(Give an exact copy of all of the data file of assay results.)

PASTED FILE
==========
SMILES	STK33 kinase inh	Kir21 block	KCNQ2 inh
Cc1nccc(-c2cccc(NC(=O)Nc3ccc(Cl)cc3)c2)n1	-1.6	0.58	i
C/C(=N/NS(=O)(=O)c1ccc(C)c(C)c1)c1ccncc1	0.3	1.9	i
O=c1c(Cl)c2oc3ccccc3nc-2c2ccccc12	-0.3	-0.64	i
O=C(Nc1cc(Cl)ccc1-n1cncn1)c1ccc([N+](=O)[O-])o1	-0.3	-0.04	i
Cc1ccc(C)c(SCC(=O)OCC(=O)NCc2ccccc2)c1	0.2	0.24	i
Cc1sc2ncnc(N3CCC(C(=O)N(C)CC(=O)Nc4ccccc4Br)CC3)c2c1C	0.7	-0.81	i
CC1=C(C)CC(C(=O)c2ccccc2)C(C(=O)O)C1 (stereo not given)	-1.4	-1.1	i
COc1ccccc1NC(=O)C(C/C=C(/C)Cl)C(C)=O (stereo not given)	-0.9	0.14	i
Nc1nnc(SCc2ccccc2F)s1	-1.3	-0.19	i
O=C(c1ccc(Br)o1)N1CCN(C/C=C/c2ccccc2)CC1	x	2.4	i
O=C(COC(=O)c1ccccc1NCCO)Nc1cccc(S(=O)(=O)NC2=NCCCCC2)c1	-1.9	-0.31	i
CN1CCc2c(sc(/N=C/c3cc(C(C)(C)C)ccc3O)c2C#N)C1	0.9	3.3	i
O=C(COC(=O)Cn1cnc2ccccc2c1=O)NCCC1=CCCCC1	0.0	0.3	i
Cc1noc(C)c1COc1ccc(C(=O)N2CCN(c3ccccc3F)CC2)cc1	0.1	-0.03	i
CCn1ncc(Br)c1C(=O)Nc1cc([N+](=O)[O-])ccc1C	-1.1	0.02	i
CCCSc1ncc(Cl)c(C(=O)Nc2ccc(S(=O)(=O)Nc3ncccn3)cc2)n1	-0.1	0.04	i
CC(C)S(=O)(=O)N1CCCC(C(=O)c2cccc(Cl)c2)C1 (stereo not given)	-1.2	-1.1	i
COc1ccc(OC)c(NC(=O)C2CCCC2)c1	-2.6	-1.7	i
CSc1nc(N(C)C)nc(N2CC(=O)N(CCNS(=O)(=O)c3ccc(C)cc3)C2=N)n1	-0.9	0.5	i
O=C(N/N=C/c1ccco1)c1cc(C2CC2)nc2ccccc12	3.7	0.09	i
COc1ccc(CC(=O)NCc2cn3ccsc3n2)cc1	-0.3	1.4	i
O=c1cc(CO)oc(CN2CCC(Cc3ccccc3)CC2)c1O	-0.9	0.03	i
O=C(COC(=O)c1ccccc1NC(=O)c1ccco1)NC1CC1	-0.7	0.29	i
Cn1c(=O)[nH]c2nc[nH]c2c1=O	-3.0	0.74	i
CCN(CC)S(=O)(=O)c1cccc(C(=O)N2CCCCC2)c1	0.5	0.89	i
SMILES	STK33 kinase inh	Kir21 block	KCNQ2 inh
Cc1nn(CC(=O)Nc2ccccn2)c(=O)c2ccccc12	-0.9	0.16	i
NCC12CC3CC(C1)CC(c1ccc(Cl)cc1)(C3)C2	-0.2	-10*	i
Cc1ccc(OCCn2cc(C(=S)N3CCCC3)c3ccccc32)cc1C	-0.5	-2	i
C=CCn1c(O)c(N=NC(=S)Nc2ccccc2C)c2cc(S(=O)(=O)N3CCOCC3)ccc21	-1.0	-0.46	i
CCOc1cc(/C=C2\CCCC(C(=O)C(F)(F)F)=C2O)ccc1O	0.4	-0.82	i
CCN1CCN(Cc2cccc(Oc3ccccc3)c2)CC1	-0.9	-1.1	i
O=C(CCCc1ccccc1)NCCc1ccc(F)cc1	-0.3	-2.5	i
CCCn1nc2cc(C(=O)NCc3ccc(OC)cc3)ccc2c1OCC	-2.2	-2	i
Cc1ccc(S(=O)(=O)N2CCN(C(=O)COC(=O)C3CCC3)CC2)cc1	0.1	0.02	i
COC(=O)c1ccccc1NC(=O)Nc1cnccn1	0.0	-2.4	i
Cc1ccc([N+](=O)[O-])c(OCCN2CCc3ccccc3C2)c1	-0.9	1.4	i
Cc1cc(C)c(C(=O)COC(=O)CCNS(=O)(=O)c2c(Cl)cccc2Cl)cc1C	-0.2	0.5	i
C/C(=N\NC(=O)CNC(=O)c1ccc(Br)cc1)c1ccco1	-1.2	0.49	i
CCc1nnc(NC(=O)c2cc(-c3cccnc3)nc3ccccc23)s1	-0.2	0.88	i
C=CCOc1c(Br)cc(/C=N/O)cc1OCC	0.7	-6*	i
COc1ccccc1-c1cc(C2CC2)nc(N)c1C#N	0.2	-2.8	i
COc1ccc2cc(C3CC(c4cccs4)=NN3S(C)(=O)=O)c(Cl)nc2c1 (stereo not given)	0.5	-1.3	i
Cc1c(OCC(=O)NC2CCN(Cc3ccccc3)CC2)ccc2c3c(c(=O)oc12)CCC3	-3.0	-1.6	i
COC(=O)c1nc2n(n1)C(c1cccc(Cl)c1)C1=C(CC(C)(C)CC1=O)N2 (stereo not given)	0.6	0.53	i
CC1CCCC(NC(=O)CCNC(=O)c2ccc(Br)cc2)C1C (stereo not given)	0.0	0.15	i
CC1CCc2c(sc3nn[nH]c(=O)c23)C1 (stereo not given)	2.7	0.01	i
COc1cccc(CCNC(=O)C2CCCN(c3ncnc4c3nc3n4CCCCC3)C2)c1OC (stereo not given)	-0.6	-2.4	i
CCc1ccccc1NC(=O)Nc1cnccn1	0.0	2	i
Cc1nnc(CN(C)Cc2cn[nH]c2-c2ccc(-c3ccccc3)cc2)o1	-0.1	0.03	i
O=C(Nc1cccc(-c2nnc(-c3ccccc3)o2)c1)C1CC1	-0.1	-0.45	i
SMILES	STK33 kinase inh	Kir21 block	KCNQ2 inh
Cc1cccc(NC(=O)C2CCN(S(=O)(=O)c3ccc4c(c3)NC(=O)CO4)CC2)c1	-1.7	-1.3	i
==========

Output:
SMILES	STK33 kinase inh	Kir21 block	KCNQ2 inh
Cc1nccc(-c2cccc(NC(=O)Nc3ccc(Cl)cc3)c2)n1	-1.6	0.58	i
C/C(=N/NS(=O)(=O)c1ccc(C)c(C)c1)c1ccncc1	0.3	1.9	i
O=c1c(Cl)c2oc3ccccc3nc-2c2ccccc12	-0.3	-0.64	i
O=C(Nc1cc(Cl)ccc1-n1cncn1)c1ccc([N+](=O)[O-])o1	-0.3	-0.04	i
Cc1ccc(C)c(SCC(=O)OCC(=O)NCc2ccccc2)c1	0.2	0.24	i
Cc1sc2ncnc(N3CCC(C(=O)N(C)CC(=O)Nc4ccccc4Br)CC3)c2c1C	0.7	-0.81	i
CC1=C(C)CC(C(=O)c2ccccc2)C(C(=O)O)C1 (stereo not given)	-1.4	-1.1	i
COc1ccccc1NC(=O)C(C/C=C(/C)Cl)C(C)=O (stereo not given)	-0.9	0.14	i
Nc1nnc(SCc2ccccc2F)s1	-1.3	-0.19	i
O=C(c1ccc(Br)o1)N1CCN(C/C=C/c2ccccc2)CC1	x	2.4	i
O=C(COC(=O)c1ccccc1NCCO)Nc1cccc(S(=O)(=O)NC2=NCCCCC2)c1	-1.9	-0.31	i
CN1CCc2c(sc(/N=C/c3cc(C(C)(C)C)ccc3O)c2C#N)C1	0.9	3.3	i
O=C(COC(=O)Cn1cnc2ccccc2c1=O)NCCC1=CCCCC1	0.0	0.3	i
Cc1noc(C)c1COc1ccc(C(=O)N2CCN(c3ccccc3F)CC2)cc1	0.1	-0.03	i
CCn1ncc(Br)c1C(=O)Nc1cc([N+](=O)[O-])ccc1C	-1.1	0.02	i
CCCSc1ncc(Cl)c(C(=O)Nc2ccc(S(=O)(=O)Nc3ncccn3)cc2)n1	-0.1	0.04	i
CC(C)S(=O)(=O)N1CCCC(C(=O)c2cccc(Cl)c2)C1 (stereo not given)	-1.2	-1.1	i
COc1ccc(OC)c(NC(=O)C2CCCC2)c1	-2.6	-1.7	i
CSc1nc(N(C)C)nc(N2CC(=O)N(CCNS(=O)(=O)c3ccc(C)cc3)C2=N)n1	-0.9	0.5	i
O=C(N/N=C/c1ccco1)c1cc(C2CC2)nc2ccccc12	3.7	0.09	i
COc1ccc(CC(=O)NCc2cn3ccsc3n2)cc1	-0.3	1.4	i
O=c1cc(CO)oc(CN2CCC(Cc3ccccc3)CC2)c1O	-0.9	0.03	i
O=C(COC(=O)c1ccccc1NC(=O)c1ccco1)NC1CC1	-0.7	0.29	i
Cn1c(=O)[nH]c2nc[nH]c2c1=O	-3.0	0.74	i
CCN(CC)S(=O)(=O)c1cccc(C(=O)N2CCCCC2)c1	0.5	0.89	i
SMILES	STK33 kinase inh	Kir21 block	KCNQ2 inh
Cc1nn(CC(=O)Nc2ccccn2)c(=O)c2ccccc12	-0.9	0.16	i
NCC12CC3CC(C1)CC(c1ccc(Cl)cc1)(C3)C2	-0.2	-10*	i
Cc1ccc(OCCn2cc(C(=S)N3CCCC3)c3ccccc32)cc1C	-0.5	-2	i
C=CCn1c(O)c(N=NC(=S)Nc2ccccc2C)c2cc(S(=O)(=O)N3CCOCC3)ccc21	-1.0	-0.46	i
CCOc1cc(/C=C2\CCCC(C(=O)C(F)(F)F)=C2O)ccc1O	0.4	-0.82	i
CCN1CCN(Cc2cccc(Oc3ccccc3)c2)CC1	-0.9	-1.1	i
O=C(CCCc1ccccc1)NCCc1ccc(F)cc1	-0.3	-2.5	i
CCCn1nc2cc(C(=O)NCc3ccc(OC)cc3)ccc2c1OCC	-2.2	-2	i
Cc1ccc(S(=O)(=O)N2CCN(C(=O)COC(=O)C3CCC3)CC2)cc1	0.1	0.02	i
COC(=O)c1ccccc1NC(=O)Nc1cnccn1	0.0	-2.4	i
Cc1ccc([N+](=O)[O-])c(OCCN2CCc3ccccc3C2)c1	-0.9	1.4	i
Cc1cc(C)c(C(=O)COC(=O)CCNS(=O)(=O)c2c(Cl)cccc2Cl)cc1C	-0.2	0.5	i
C/C(=N\NC(=O)CNC(=O)c1ccc(Br)cc1)c1ccco1	-1.2	0.49	i
CCc1nnc(NC(=O)c2cc(-c3cccnc3)nc3ccccc23)s1	-0.2	0.88	i
C=CCOc1c(Br)cc(/C=N/O)cc1OCC	0.7	-6*	i
COc1ccccc1-c1cc(C2CC2)nc(N)c1C#N	0.2	-2.8	i
COc1ccc2cc(C3CC(c4cccs4)=NN3S(C)(=O)=O)c(Cl)nc2c1 (stereo not given)	0.5	-1.3	i
Cc1c(OCC(=O)NC2CCN(Cc3ccccc3)CC2)ccc2c3c(c(=O)oc12)CCC3	-3.0	-1.6	i
COC(=O)c1nc2n(n1)C(c1cccc(Cl)c1)C1=C(CC(C)(C)CC1=O)N2 (stereo not given)	0.6	0.53	i
CC1CCCC(NC(=O)CCNC(=O)c2ccc(Br)cc2)C1C (stereo not given)	0.0	0.15	i
CC1CCc2c(sc3nn[nH]c(=O)c23)C1 (stereo not given)	2.7	0.01	i
COc1cccc(CCNC(=O)C2CCCN(c3ncnc4c3nc3n4CCCCC3)C2)c1OC (stereo not given)	-0.6	-2.4	i
CCc1ccccc1NC(=O)Nc1cnccn1	0.0	2	i
Cc1nnc(CN(C)Cc2cn[nH]c2-c2ccc(-c3ccccc3)cc2)o1	-0.1	0.03	i
O=C(Nc1cccc(-c2nnc(-c3ccccc3)o2)c1)C1CC1	-0.1	-0.45	i
SMILES	STK33 kinase inh	Kir21 block	KCNQ2 inh
Cc1cccc(NC(=O)C2CCN(S(=O)(=O)c3ccc4c(c3)NC(=O)CO4)CC2)c1	-1.7	-1.3	i